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may ascertain the only possible answer from the evidence. Not from mere speculation or wild reports.” Nalanusat arched his body to show this was exactly what he wanted to hear. “That is good. So if you, an important figure of science, searched these same sites, why then I believe your findings would prove to everyone that it was these monsters who did this.” “I?. . . I?” Poxiciti at last began to understand the point of this suppliant’s visit. “Then your fat master wishes me to visit these places?” “She thought that you might give this single matter your fullest attention.” “For that ugly thing?” he hissed. “Why should I want to help her?” “Only because it magnifies your great intelligence and diminishes her own status as a problem solver.” “True,” he said without any hint of modesty. “What else?” “I assure you that is all.” Then he carefully added, “Someone as powerful as Midlothian would not request aid unless it was of vital importance. You should not refuse her.” “And if I do?” Nalanusat heard this, and the strong emphasis was in his ready response. “She has many important friends. With such a tenuous grasp on power, Poxiciti, why risk having any more enemies?” There was a sudden flurry of movement as those in the room hurried to get out of the way. Poxiciti was trembling with rage. Had Nalanusat spoken that way to a female he would have died on the spot. Nevertheless Poxiciti had to fight to keep his emotions under control. “You talk big, yet I can see that you are one of small intelligence and thinking, and merit only dismissal. But tell me before I have you sent from my sight, why does she so steadfastly believe that a feral animal is the culprit?” “Stupidity does not permit me to answer this,” Nalanusat admitted angrily, feeling the harsh emphasis of his own words and knowing that he should now lower himself before Poxiciti had him forcibly ejected. “Only you would dare to prove her wrong.” He would. The building soon filled with the hum of activity. Messengers waddled in and out of sight, assistants gathered supplies, technicians packed equipment and instruments while important instructions were being issued for the journey. Poxiciti then led his retinue outside to the waiting transport which took them promptly to the sky port. After the shuttle was loaded they boarded and took their seats while the engines started to whine. A cloud of dust and debris came off the field as the shuttle arced skyward toward the rising sun.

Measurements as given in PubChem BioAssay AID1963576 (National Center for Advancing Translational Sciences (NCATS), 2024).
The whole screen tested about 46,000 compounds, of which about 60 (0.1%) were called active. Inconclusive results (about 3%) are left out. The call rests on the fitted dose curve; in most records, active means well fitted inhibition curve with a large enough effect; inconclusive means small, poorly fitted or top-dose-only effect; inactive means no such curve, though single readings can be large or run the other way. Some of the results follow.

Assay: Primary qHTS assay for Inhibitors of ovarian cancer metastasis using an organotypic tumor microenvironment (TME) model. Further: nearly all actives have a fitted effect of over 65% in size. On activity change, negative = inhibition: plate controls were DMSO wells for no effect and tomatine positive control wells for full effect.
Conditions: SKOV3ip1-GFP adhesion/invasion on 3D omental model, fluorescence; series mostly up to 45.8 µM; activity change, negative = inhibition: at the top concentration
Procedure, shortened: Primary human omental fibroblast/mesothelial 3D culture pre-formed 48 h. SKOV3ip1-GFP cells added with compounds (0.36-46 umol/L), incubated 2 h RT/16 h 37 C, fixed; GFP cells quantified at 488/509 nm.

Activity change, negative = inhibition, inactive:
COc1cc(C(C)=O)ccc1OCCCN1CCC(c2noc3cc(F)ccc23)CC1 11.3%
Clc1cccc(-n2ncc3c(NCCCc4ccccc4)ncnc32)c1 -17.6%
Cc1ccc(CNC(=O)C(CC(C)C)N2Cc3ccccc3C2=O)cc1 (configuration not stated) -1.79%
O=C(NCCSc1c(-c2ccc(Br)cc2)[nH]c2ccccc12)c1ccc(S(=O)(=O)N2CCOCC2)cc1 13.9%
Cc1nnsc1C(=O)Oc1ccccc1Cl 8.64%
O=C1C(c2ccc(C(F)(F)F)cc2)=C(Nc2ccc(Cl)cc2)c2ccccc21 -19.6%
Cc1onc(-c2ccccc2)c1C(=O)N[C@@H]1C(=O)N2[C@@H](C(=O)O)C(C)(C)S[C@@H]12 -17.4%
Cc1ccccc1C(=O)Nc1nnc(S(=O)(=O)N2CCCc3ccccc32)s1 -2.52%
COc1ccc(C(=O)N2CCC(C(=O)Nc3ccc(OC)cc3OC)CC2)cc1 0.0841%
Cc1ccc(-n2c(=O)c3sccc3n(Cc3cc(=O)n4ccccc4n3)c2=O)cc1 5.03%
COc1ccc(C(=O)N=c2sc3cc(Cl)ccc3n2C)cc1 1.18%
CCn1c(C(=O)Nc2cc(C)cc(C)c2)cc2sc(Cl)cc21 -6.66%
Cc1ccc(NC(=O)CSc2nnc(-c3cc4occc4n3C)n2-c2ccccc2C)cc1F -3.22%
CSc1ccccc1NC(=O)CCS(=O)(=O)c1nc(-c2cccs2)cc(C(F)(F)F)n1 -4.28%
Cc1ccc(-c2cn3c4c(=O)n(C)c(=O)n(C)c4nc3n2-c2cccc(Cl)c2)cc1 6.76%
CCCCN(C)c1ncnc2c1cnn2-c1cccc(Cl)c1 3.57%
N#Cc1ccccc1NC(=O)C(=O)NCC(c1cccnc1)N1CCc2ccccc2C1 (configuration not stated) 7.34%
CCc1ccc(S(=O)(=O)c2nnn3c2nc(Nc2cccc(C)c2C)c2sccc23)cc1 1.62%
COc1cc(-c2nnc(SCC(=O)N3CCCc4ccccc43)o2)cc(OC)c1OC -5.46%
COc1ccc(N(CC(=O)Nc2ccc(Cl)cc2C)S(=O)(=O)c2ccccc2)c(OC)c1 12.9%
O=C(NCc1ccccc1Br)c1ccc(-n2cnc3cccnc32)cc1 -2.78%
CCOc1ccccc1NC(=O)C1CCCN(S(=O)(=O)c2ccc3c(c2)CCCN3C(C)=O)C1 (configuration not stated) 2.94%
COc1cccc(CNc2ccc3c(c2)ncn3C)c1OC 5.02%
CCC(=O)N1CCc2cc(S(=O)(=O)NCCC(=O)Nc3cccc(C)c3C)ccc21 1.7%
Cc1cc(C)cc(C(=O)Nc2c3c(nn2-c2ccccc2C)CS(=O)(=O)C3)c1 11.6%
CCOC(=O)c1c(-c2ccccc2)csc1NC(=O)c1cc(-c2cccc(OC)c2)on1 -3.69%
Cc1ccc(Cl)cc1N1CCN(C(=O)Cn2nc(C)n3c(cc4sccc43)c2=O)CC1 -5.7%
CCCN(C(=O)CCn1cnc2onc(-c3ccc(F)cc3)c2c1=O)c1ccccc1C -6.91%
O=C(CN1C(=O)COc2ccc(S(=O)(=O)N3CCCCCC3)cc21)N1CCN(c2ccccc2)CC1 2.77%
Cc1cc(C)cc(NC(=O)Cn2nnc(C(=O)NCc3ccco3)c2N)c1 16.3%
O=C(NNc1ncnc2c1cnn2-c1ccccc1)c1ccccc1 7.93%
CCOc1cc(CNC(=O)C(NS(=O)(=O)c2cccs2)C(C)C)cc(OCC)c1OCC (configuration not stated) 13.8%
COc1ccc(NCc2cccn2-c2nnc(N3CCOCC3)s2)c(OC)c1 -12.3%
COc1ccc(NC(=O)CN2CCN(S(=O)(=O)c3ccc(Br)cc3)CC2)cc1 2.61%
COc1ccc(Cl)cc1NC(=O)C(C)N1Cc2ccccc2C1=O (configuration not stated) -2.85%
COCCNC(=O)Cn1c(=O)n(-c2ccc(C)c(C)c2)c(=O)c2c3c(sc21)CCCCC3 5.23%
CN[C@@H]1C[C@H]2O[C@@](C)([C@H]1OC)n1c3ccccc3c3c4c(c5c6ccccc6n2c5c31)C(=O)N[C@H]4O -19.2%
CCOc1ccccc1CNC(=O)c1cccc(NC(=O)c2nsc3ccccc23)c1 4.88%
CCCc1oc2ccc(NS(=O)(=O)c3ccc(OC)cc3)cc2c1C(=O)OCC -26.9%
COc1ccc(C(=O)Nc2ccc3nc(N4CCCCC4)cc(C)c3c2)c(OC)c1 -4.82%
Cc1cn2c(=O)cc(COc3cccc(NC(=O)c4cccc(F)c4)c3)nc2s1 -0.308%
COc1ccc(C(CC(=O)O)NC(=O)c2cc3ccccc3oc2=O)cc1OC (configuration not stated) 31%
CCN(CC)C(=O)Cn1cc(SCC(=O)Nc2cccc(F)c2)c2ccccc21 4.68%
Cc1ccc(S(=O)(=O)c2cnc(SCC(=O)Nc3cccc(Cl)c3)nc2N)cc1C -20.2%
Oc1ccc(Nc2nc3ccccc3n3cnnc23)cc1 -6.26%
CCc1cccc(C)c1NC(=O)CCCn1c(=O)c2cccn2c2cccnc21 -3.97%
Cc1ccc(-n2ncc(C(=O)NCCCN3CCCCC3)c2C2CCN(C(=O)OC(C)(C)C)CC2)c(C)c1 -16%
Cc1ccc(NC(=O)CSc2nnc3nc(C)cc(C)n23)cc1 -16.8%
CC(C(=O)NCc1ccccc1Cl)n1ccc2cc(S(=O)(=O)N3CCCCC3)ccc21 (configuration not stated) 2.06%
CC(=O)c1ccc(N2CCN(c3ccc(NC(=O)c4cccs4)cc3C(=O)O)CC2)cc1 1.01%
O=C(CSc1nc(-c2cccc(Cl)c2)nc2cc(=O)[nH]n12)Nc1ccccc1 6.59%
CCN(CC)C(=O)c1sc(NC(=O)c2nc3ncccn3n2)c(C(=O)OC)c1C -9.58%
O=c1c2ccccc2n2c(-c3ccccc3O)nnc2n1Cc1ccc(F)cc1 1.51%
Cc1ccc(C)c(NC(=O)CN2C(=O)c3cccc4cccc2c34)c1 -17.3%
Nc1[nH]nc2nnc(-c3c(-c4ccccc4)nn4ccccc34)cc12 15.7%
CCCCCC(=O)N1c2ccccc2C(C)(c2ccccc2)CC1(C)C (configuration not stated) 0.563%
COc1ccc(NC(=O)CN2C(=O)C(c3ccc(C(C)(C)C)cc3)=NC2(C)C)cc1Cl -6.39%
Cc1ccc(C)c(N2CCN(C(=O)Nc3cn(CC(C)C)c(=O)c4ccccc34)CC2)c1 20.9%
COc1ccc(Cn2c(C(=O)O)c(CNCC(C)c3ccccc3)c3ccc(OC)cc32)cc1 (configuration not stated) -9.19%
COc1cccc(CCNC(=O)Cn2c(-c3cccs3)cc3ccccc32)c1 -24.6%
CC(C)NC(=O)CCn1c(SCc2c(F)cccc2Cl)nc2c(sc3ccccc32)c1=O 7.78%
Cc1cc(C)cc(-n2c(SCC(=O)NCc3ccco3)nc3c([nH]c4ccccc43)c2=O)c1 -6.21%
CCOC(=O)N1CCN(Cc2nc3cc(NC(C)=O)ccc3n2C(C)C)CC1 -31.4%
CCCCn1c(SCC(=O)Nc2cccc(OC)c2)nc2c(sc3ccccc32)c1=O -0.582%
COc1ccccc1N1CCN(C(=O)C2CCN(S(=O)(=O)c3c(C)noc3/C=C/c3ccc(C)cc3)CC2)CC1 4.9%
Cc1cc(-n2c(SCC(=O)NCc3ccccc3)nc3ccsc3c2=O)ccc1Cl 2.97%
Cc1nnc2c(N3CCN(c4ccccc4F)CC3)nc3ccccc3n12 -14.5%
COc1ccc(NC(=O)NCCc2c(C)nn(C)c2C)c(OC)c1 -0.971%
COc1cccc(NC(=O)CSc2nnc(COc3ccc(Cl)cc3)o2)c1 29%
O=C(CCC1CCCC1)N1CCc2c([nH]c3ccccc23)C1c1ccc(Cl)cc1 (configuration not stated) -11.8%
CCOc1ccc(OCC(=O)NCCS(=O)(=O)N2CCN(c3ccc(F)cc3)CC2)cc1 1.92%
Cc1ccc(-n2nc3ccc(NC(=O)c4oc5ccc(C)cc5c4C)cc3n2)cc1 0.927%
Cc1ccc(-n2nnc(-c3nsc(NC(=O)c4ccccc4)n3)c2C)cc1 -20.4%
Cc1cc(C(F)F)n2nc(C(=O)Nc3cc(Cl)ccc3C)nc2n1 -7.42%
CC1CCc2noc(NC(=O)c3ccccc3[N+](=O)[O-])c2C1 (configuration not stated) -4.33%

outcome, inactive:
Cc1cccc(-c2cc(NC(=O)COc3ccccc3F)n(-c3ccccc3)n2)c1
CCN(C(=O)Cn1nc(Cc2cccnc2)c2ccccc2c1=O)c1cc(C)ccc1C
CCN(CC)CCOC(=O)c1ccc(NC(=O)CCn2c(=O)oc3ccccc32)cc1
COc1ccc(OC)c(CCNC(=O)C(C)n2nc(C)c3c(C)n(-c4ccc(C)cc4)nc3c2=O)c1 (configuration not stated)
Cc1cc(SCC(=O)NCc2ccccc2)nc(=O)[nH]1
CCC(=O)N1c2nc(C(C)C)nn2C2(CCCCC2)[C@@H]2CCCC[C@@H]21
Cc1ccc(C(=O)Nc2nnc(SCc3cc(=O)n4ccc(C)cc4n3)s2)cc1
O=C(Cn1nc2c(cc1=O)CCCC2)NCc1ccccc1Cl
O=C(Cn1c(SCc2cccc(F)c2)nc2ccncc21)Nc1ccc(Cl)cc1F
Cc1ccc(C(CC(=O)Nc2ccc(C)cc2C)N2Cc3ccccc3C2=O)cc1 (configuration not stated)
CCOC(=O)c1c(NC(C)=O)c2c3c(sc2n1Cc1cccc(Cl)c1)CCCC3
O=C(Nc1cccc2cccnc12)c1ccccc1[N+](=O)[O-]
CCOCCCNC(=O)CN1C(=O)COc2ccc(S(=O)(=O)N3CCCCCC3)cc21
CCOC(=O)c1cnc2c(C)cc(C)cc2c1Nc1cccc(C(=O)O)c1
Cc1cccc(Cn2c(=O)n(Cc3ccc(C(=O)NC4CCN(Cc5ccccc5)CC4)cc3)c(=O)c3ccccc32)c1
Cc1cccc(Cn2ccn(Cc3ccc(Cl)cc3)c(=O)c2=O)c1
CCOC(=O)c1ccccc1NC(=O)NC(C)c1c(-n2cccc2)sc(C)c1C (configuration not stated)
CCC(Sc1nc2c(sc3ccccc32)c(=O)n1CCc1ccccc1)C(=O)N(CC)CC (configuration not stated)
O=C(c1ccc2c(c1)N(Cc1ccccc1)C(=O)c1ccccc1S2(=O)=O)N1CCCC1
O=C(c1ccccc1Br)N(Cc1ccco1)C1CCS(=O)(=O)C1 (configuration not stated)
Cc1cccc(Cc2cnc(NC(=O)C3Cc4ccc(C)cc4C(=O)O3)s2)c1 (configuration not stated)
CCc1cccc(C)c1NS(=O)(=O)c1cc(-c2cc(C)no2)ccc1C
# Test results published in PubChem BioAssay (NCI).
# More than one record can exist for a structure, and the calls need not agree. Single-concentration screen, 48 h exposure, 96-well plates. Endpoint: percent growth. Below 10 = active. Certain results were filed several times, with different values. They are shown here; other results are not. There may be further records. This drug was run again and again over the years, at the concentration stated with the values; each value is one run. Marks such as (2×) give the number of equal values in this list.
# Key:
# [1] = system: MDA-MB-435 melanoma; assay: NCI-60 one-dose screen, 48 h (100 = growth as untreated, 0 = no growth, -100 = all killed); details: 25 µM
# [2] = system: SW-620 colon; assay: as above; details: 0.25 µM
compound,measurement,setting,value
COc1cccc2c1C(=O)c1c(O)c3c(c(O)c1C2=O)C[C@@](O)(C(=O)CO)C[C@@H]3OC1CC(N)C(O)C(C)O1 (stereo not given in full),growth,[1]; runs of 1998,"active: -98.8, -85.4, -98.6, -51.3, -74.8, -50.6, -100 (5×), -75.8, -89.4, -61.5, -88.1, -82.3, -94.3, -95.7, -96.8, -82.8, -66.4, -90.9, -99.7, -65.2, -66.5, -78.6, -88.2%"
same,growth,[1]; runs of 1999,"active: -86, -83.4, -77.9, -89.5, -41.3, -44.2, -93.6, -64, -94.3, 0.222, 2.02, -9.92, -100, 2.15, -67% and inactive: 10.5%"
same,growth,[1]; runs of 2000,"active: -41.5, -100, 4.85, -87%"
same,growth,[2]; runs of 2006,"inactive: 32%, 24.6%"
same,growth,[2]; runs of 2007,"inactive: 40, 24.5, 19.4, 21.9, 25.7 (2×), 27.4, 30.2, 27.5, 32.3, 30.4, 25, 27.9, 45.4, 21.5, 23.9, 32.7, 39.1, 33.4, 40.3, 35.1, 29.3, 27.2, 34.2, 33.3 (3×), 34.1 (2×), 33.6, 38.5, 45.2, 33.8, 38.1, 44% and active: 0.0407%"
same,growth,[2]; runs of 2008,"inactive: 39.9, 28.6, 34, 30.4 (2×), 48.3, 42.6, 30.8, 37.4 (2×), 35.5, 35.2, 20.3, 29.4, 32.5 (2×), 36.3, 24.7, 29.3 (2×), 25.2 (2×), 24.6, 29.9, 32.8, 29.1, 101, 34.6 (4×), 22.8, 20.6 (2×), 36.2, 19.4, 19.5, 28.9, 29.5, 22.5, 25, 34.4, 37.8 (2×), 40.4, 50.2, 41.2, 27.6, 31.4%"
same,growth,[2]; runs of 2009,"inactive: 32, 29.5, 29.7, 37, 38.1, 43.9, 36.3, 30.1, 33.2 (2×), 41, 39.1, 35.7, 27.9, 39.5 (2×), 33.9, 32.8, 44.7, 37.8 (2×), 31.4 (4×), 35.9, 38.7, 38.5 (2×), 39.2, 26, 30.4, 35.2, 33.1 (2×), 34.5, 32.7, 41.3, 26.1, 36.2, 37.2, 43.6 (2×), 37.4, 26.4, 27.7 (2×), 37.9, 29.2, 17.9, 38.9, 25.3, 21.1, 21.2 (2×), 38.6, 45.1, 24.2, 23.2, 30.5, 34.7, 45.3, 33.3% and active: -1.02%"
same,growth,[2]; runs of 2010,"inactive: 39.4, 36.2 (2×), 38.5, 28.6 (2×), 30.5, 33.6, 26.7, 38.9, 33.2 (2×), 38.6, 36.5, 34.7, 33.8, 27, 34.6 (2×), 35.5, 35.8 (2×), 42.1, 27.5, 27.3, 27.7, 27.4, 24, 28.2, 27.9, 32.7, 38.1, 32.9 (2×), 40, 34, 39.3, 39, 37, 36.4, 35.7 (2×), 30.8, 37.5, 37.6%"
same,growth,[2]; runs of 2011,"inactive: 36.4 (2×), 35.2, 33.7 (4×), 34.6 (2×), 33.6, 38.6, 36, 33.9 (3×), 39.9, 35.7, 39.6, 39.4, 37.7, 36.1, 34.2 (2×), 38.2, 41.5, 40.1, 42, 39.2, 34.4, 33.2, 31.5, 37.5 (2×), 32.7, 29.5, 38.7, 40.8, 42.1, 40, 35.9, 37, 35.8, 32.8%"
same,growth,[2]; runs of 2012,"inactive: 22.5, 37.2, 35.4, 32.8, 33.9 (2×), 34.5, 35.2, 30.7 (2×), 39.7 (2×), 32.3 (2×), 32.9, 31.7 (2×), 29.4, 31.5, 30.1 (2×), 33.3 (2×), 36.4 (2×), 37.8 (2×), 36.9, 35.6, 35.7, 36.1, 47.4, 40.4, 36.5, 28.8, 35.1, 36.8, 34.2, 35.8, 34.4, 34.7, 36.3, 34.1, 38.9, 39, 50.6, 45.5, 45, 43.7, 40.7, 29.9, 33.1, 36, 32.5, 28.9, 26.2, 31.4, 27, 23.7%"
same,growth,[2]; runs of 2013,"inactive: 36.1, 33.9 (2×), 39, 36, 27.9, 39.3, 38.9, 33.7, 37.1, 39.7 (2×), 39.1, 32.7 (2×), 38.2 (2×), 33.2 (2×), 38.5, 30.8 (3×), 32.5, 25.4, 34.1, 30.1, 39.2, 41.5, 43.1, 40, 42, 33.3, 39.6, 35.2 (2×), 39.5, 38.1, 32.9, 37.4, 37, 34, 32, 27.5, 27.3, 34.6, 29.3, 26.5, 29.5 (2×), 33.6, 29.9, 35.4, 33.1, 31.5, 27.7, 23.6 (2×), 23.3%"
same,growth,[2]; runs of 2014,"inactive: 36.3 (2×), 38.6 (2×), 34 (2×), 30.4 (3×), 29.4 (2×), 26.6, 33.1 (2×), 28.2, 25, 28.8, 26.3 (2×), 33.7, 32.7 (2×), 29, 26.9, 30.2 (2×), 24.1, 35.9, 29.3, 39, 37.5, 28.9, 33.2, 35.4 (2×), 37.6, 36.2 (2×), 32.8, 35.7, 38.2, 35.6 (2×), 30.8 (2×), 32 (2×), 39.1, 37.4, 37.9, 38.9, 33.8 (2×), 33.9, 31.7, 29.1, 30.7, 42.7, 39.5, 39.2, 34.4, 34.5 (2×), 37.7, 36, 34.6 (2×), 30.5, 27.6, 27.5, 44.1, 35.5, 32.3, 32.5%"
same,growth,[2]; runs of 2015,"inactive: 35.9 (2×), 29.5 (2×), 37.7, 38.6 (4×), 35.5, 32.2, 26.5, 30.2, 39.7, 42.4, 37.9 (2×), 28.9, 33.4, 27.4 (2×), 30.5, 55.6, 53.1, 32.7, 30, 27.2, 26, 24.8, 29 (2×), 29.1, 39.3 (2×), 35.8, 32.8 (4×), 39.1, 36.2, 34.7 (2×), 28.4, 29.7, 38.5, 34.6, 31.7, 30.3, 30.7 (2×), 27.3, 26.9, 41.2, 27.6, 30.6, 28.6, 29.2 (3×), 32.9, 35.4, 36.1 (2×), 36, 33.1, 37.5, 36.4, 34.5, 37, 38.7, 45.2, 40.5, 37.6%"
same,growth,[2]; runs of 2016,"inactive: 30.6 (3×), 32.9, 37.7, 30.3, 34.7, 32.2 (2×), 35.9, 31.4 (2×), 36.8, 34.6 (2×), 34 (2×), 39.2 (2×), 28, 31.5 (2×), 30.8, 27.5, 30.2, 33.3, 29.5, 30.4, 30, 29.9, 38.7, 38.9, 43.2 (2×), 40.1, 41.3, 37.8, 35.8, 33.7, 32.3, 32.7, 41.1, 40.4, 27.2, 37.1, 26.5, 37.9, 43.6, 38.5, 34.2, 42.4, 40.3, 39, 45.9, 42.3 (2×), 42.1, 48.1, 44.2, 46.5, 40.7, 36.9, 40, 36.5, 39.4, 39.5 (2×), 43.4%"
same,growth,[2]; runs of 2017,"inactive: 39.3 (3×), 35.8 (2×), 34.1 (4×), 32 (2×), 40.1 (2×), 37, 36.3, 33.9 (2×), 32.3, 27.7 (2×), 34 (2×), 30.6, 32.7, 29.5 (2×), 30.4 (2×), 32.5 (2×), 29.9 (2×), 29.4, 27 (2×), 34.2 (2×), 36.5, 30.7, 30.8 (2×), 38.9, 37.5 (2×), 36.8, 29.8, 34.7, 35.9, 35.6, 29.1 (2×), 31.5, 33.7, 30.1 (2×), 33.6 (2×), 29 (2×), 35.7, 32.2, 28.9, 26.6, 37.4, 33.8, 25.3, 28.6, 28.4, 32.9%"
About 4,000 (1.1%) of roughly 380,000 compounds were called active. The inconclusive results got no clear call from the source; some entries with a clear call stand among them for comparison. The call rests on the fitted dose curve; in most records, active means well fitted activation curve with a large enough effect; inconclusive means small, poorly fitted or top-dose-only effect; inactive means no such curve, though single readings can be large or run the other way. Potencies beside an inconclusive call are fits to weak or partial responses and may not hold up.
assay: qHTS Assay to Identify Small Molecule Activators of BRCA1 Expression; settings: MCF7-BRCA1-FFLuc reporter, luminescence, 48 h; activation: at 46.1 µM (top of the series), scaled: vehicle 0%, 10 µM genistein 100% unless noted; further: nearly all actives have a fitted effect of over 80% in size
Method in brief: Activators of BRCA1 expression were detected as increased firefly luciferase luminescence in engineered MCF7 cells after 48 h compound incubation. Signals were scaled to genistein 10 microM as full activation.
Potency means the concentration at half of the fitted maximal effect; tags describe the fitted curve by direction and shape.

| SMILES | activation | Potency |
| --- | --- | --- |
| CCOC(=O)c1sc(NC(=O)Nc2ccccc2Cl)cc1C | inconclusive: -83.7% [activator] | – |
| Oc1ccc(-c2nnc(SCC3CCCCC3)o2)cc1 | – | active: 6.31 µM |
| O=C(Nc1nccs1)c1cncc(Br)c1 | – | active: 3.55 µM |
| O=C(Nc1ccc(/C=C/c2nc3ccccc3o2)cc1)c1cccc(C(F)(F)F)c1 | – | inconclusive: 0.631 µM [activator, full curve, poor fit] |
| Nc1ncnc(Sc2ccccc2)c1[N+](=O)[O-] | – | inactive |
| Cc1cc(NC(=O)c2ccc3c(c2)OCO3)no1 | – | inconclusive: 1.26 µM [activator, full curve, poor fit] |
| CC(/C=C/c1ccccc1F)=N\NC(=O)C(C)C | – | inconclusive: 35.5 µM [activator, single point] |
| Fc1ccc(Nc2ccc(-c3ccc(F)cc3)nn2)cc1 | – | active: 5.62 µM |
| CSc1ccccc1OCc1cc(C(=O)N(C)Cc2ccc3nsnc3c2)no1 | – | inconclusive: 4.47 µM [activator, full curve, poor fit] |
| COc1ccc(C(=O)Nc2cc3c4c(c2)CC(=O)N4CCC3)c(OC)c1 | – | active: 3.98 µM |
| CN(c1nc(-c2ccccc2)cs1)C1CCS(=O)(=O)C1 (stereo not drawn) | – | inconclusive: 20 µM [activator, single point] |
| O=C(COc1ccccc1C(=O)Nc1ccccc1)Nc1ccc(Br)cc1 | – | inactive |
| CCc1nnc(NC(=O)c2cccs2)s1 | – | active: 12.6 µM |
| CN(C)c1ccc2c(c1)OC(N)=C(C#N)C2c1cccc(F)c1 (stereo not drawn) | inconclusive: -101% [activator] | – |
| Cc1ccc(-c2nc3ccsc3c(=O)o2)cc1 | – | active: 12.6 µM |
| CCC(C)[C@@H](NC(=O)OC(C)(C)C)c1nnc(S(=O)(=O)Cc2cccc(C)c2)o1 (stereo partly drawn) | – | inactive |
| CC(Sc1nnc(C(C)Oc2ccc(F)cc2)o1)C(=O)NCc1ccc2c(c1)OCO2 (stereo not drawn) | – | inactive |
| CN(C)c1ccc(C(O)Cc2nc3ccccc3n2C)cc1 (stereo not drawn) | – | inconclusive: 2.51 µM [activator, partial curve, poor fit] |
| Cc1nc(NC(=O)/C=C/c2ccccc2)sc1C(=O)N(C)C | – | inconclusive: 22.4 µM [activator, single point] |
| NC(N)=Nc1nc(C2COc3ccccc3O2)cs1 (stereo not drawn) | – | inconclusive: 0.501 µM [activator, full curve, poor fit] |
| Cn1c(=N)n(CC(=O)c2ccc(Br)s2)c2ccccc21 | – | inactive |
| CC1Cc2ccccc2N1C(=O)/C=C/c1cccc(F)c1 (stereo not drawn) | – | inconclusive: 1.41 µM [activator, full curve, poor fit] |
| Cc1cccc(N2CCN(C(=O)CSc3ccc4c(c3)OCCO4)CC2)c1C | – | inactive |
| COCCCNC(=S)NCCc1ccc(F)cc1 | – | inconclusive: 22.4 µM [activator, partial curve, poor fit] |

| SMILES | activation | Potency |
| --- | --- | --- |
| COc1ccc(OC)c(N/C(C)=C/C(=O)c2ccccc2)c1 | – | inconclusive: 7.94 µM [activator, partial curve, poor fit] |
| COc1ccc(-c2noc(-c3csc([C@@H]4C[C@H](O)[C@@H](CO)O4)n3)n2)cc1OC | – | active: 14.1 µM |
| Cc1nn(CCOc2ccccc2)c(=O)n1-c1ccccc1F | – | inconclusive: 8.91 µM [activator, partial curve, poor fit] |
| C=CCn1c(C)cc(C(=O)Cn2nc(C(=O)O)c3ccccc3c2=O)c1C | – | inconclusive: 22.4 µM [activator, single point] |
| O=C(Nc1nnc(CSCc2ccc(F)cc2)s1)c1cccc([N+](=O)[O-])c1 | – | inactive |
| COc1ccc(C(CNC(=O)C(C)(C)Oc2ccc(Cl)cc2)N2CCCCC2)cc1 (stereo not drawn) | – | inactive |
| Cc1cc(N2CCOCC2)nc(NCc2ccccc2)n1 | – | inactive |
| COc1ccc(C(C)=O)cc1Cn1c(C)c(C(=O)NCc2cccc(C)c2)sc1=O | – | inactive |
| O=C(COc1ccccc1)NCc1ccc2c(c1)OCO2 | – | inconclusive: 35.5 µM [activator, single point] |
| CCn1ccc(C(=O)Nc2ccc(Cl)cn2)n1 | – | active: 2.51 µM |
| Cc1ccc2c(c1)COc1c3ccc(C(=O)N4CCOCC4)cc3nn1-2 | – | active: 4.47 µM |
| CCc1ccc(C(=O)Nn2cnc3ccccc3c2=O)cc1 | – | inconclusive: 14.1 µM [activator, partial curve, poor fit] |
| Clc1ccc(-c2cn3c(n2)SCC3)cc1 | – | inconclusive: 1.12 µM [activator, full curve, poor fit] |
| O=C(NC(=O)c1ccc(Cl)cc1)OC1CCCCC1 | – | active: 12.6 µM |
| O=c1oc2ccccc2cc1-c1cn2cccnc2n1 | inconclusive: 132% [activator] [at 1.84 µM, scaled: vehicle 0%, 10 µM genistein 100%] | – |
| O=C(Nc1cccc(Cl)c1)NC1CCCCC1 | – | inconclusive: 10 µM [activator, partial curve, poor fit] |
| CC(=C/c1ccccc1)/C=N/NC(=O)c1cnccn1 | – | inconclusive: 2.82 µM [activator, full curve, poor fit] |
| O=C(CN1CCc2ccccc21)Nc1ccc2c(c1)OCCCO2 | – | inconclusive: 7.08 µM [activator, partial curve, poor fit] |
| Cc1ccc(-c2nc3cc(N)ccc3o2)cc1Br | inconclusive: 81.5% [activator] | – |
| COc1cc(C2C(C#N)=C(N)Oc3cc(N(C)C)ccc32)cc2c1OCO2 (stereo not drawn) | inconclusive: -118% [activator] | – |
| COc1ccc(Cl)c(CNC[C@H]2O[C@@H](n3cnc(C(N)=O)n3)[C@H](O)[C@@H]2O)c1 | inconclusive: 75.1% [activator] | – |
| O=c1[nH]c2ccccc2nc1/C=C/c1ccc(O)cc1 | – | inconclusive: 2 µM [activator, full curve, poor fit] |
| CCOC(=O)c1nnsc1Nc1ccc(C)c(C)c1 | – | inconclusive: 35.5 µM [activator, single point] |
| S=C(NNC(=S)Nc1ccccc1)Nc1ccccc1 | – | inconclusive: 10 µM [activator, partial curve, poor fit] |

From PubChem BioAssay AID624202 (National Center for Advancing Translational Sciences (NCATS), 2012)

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From the air, Poxiciti could see that most of the roadway below was completed, for it cut a wide swath through the forest and terminated at what must have been city Tykrerek, just barely visible on the distant horizon. In between were the burnt remains of the bridges; an ashen cloud of smoke rose visibly above each one. However they were heading first to Betelgesel, since that was reportedly the initial source of the attack. Upon arrival the first thing Poxiciti did was interview the witnesses. From the start there were some discrepancies with their testimony, but after further questioning he determined that most of what they recounted seemed to corroborate the basic story. After that he inspected the destroyed bridge for any clues that might reveal the true nature of the attack, though could see there was little left to study. The charred bones of wood floated downstream; massive broken beams rested half submerged in the running water. Curious onlookers crowded nearby; talk of what Poxiciti was doing here was starting to spread. There was no time to waste. His investigation would have to be completed before these witless workers ground the remaining evidence underfoot. And so he worked on through the morning yet was no closer to finding what he wanted. By midday, when the hot sun was directly overhead, he was looking about and realized that the wild animals he had so quickly discounted were perhaps now the most plausible explanation. In several places rimming the shore were their telltale footprints, now baked rockhard in the mud. “Look at these.” Poxiciti traced out a clean track in front of his assistants. “Seven toes, marked by claws. A two-legged creature, with a long length of tail. See where it has dragged it through the mud? This is a very big animal,” he remarked, noting the depth and size of the prints. “Has anyone bothered to follow these tracks to see where they might lead?” He scowled when he saw all the silent faces. “Were it not for my curiosity then all of this would forever be a mystery. See that they are followed to their end,” he ordered. As they were making their way past the rows of makeshift tents one of the construction workers appeared in a doorway and called them over. Inside Poxiciti saw several neatly spaced mounds, each covered with a dark sheet. “And these are the bodies?” A slow headshake answered his interrogative. “We picked up what we could find. Are you sure you want to see this?” He nodded for her to proceed. The worker gingerly peeled off the covering so that he could examine the remains for himself. It made a tearing sound where the dried blood and flesh had adhered. Obviously the sight of it must have been disconcerting for him